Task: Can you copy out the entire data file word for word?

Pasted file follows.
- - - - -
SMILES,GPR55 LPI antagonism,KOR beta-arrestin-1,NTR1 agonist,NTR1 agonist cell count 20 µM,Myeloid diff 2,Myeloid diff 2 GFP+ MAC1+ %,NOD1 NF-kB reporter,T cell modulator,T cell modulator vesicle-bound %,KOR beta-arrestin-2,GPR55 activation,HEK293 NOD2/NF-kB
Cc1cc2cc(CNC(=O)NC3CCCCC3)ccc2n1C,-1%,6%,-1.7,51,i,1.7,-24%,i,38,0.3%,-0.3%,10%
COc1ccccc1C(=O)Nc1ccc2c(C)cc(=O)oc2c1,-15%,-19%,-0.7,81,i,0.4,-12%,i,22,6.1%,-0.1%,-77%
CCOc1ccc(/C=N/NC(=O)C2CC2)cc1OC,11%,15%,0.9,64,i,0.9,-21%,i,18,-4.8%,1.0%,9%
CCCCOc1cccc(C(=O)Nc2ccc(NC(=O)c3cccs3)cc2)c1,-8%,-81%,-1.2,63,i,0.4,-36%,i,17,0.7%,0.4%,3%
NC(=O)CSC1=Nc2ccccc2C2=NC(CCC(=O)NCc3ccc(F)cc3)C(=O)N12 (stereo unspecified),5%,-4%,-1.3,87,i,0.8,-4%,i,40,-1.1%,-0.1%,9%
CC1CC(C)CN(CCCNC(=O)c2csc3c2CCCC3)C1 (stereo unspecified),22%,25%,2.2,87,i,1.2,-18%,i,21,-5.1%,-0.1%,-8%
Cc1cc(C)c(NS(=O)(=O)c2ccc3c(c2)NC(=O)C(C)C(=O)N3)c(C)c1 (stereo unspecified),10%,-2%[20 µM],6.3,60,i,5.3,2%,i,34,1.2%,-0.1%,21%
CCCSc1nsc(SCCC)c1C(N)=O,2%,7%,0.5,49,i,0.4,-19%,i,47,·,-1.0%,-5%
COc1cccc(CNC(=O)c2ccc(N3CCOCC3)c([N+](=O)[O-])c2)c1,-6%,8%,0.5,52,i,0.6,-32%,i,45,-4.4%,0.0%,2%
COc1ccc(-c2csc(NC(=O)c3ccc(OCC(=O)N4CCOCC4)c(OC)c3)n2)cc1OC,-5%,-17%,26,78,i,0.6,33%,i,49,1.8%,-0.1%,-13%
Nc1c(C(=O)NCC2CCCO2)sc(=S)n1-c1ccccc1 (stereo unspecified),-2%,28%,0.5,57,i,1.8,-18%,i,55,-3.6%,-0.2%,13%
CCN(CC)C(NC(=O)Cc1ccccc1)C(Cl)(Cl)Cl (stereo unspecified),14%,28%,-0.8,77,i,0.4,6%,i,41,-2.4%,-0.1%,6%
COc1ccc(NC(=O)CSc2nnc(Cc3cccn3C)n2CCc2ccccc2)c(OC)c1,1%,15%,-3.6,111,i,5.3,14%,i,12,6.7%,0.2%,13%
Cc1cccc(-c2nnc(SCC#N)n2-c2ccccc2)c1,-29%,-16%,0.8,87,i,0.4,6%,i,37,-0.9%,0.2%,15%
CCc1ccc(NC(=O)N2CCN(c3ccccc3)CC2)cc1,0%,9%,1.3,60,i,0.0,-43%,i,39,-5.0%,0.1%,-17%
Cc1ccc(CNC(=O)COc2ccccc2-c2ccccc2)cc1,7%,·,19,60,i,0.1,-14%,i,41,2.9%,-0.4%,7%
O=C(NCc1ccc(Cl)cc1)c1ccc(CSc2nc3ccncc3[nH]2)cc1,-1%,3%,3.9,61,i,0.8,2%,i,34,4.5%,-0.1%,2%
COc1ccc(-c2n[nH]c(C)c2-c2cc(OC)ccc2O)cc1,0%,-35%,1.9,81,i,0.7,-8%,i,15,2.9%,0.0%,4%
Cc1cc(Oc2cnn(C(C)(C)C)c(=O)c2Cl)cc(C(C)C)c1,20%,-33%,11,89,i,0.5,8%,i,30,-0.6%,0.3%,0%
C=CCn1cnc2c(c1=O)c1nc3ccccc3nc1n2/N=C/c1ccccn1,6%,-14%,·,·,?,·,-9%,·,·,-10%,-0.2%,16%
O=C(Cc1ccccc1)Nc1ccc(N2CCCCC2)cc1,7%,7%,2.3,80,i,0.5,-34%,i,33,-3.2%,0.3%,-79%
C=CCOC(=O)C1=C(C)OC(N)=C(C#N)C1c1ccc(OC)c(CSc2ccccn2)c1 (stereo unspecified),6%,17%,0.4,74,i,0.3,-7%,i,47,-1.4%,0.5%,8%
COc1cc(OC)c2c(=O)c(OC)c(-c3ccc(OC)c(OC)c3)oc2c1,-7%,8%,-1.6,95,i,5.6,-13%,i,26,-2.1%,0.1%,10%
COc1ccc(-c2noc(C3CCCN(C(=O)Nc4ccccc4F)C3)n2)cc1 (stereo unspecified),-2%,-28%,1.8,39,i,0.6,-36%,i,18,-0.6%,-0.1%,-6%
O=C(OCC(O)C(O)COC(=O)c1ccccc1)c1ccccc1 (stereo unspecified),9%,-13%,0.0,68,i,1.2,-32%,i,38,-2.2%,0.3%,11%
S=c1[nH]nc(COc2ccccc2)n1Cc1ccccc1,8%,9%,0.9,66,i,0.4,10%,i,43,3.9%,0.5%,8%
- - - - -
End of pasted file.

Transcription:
SMILES,GPR55 LPI antagonism,KOR beta-arrestin-1,NTR1 agonist,NTR1 agonist cell count 20 µM,Myeloid diff 2,Myeloid diff 2 GFP+ MAC1+ %,NOD1 NF-kB reporter,T cell modulator,T cell modulator vesicle-bound %,KOR beta-arrestin-2,GPR55 activation,HEK293 NOD2/NF-kB
Cc1cc2cc(CNC(=O)NC3CCCCC3)ccc2n1C,-1%,6%,-1.7,51,i,1.7,-24%,i,38,0.3%,-0.3%,10%
COc1ccccc1C(=O)Nc1ccc2c(C)cc(=O)oc2c1,-15%,-19%,-0.7,81,i,0.4,-12%,i,22,6.1%,-0.1%,-77%
CCOc1ccc(/C=N/NC(=O)C2CC2)cc1OC,11%,15%,0.9,64,i,0.9,-21%,i,18,-4.8%,1.0%,9%
CCCCOc1cccc(C(=O)Nc2ccc(NC(=O)c3cccs3)cc2)c1,-8%,-81%,-1.2,63,i,0.4,-36%,i,17,0.7%,0.4%,3%
NC(=O)CSC1=Nc2ccccc2C2=NC(CCC(=O)NCc3ccc(F)cc3)C(=O)N12 (stereo unspecified),5%,-4%,-1.3,87,i,0.8,-4%,i,40,-1.1%,-0.1%,9%
CC1CC(C)CN(CCCNC(=O)c2csc3c2CCCC3)C1 (stereo unspecified),22%,25%,2.2,87,i,1.2,-18%,i,21,-5.1%,-0.1%,-8%
Cc1cc(C)c(NS(=O)(=O)c2ccc3c(c2)NC(=O)C(C)C(=O)N3)c(C)c1 (stereo unspecified),10%,-2%[20 µM],6.3,60,i,5.3,2%,i,34,1.2%,-0.1%,21%
CCCSc1nsc(SCCC)c1C(N)=O,2%,7%,0.5,49,i,0.4,-19%,i,47,·,-1.0%,-5%
COc1cccc(CNC(=O)c2ccc(N3CCOCC3)c([N+](=O)[O-])c2)c1,-6%,8%,0.5,52,i,0.6,-32%,i,45,-4.4%,0.0%,2%
COc1ccc(-c2csc(NC(=O)c3ccc(OCC(=O)N4CCOCC4)c(OC)c3)n2)cc1OC,-5%,-17%,26,78,i,0.6,33%,i,49,1.8%,-0.1%,-13%
Nc1c(C(=O)NCC2CCCO2)sc(=S)n1-c1ccccc1 (stereo unspecified),-2%,28%,0.5,57,i,1.8,-18%,i,55,-3.6%,-0.2%,13%
CCN(CC)C(NC(=O)Cc1ccccc1)C(Cl)(Cl)Cl (stereo unspecified),14%,28%,-0.8,77,i,0.4,6%,i,41,-2.4%,-0.1%,6%
COc1ccc(NC(=O)CSc2nnc(Cc3cccn3C)n2CCc2ccccc2)c(OC)c1,1%,15%,-3.6,111,i,5.3,14%,i,12,6.7%,0.2%,13%
Cc1cccc(-c2nnc(SCC#N)n2-c2ccccc2)c1,-29%,-16%,0.8,87,i,0.4,6%,i,37,-0.9%,0.2%,15%
CCc1ccc(NC(=O)N2CCN(c3ccccc3)CC2)cc1,0%,9%,1.3,60,i,0.0,-43%,i,39,-5.0%,0.1%,-17%
Cc1ccc(CNC(=O)COc2ccccc2-c2ccccc2)cc1,7%,·,19,60,i,0.1,-14%,i,41,2.9%,-0.4%,7%
O=C(NCc1ccc(Cl)cc1)c1ccc(CSc2nc3ccncc3[nH]2)cc1,-1%,3%,3.9,61,i,0.8,2%,i,34,4.5%,-0.1%,2%
COc1ccc(-c2n[nH]c(C)c2-c2cc(OC)ccc2O)cc1,0%,-35%,1.9,81,i,0.7,-8%,i,15,2.9%,0.0%,4%
Cc1cc(Oc2cnn(C(C)(C)C)c(=O)c2Cl)cc(C(C)C)c1,20%,-33%,11,89,i,0.5,8%,i,30,-0.6%,0.3%,0%
C=CCn1cnc2c(c1=O)c1nc3ccccc3nc1n2/N=C/c1ccccn1,6%,-14%,·,·,?,·,-9%,·,·,-10%,-0.2%,16%
O=C(Cc1ccccc1)Nc1ccc(N2CCCCC2)cc1,7%,7%,2.3,80,i,0.5,-34%,i,33,-3.2%,0.3%,-79%
C=CCOC(=O)C1=C(C)OC(N)=C(C#N)C1c1ccc(OC)c(CSc2ccccn2)c1 (stereo unspecified),6%,17%,0.4,74,i,0.3,-7%,i,47,-1.4%,0.5%,8%
COc1cc(OC)c2c(=O)c(OC)c(-c3ccc(OC)c(OC)c3)oc2c1,-7%,8%,-1.6,95,i,5.6,-13%,i,26,-2.1%,0.1%,10%
COc1ccc(-c2noc(C3CCCN(C(=O)Nc4ccccc4F)C3)n2)cc1 (stereo unspecified),-2%,-28%,1.8,39,i,0.6,-36%,i,18,-0.6%,-0.1%,-6%
O=C(OCC(O)C(O)COC(=O)c1ccccc1)c1ccccc1 (stereo unspecified),9%,-13%,0.0,68,i,1.2,-32%,i,38,-2.2%,0.3%,11%
S=c1[nH]nc(COc2ccccc2)n1Cc1ccccc1,8%,9%,0.9,66,i,0.4,10%,i,43,3.9%,0.5%,8%